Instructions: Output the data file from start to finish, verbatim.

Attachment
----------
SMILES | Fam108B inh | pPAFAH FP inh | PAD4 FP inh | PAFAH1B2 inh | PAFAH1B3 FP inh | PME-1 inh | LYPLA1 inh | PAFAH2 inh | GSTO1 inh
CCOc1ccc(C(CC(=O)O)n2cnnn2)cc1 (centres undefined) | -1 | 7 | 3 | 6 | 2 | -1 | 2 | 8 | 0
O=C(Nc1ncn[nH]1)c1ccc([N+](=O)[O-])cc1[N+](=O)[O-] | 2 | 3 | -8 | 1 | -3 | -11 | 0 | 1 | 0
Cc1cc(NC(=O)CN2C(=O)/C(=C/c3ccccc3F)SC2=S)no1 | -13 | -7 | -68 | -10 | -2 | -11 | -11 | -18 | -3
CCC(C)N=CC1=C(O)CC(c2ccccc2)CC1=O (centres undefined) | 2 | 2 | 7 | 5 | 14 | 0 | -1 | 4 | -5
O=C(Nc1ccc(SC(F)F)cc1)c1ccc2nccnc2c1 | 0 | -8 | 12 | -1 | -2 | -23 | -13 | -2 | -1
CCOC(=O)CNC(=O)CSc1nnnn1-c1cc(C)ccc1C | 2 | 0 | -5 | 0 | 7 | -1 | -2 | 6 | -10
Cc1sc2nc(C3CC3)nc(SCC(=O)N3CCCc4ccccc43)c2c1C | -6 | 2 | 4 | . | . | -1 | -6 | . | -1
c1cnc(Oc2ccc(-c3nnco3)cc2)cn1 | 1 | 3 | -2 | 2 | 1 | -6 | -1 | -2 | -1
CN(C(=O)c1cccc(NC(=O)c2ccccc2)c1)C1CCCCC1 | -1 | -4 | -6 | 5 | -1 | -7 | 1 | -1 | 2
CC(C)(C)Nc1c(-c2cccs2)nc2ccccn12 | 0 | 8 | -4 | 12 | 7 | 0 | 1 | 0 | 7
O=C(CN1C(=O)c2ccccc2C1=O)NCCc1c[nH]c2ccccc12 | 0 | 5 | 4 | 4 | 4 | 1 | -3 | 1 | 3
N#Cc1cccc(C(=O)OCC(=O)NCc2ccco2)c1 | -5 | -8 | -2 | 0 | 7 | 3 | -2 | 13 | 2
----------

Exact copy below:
SMILES | Fam108B inh | pPAFAH FP inh | PAD4 FP inh | PAFAH1B2 inh | PAFAH1B3 FP inh | PME-1 inh | LYPLA1 inh | PAFAH2 inh | GSTO1 inh
CCOc1ccc(C(CC(=O)O)n2cnnn2)cc1 (centres undefined) | -1 | 7 | 3 | 6 | 2 | -1 | 2 | 8 | 0
O=C(Nc1ncn[nH]1)c1ccc([N+](=O)[O-])cc1[N+](=O)[O-] | 2 | 3 | -8 | 1 | -3 | -11 | 0 | 1 | 0
Cc1cc(NC(=O)CN2C(=O)/C(=C/c3ccccc3F)SC2=S)no1 | -13 | -7 | -68 | -10 | -2 | -11 | -11 | -18 | -3
CCC(C)N=CC1=C(O)CC(c2ccccc2)CC1=O (centres undefined) | 2 | 2 | 7 | 5 | 14 | 0 | -1 | 4 | -5
O=C(Nc1ccc(SC(F)F)cc1)c1ccc2nccnc2c1 | 0 | -8 | 12 | -1 | -2 | -23 | -13 | -2 | -1
CCOC(=O)CNC(=O)CSc1nnnn1-c1cc(C)ccc1C | 2 | 0 | -5 | 0 | 7 | -1 | -2 | 6 | -10
Cc1sc2nc(C3CC3)nc(SCC(=O)N3CCCc4ccccc43)c2c1C | -6 | 2 | 4 | . | . | -1 | -6 | . | -1
c1cnc(Oc2ccc(-c3nnco3)cc2)cn1 | 1 | 3 | -2 | 2 | 1 | -6 | -1 | -2 | -1
CN(C(=O)c1cccc(NC(=O)c2ccccc2)c1)C1CCCCC1 | -1 | -4 | -6 | 5 | -1 | -7 | 1 | -1 | 2
CC(C)(C)Nc1c(-c2cccs2)nc2ccccn12 | 0 | 8 | -4 | 12 | 7 | 0 | 1 | 0 | 7
O=C(CN1C(=O)c2ccccc2C1=O)NCCc1c[nH]c2ccccc12 | 0 | 5 | 4 | 4 | 4 | 1 | -3 | 1 | 3
N#Cc1cccc(C(=O)OCC(=O)NCc2ccco2)c1 | -5 | -8 | -2 | 0 | 7 | 3 | -2 | 13 | 2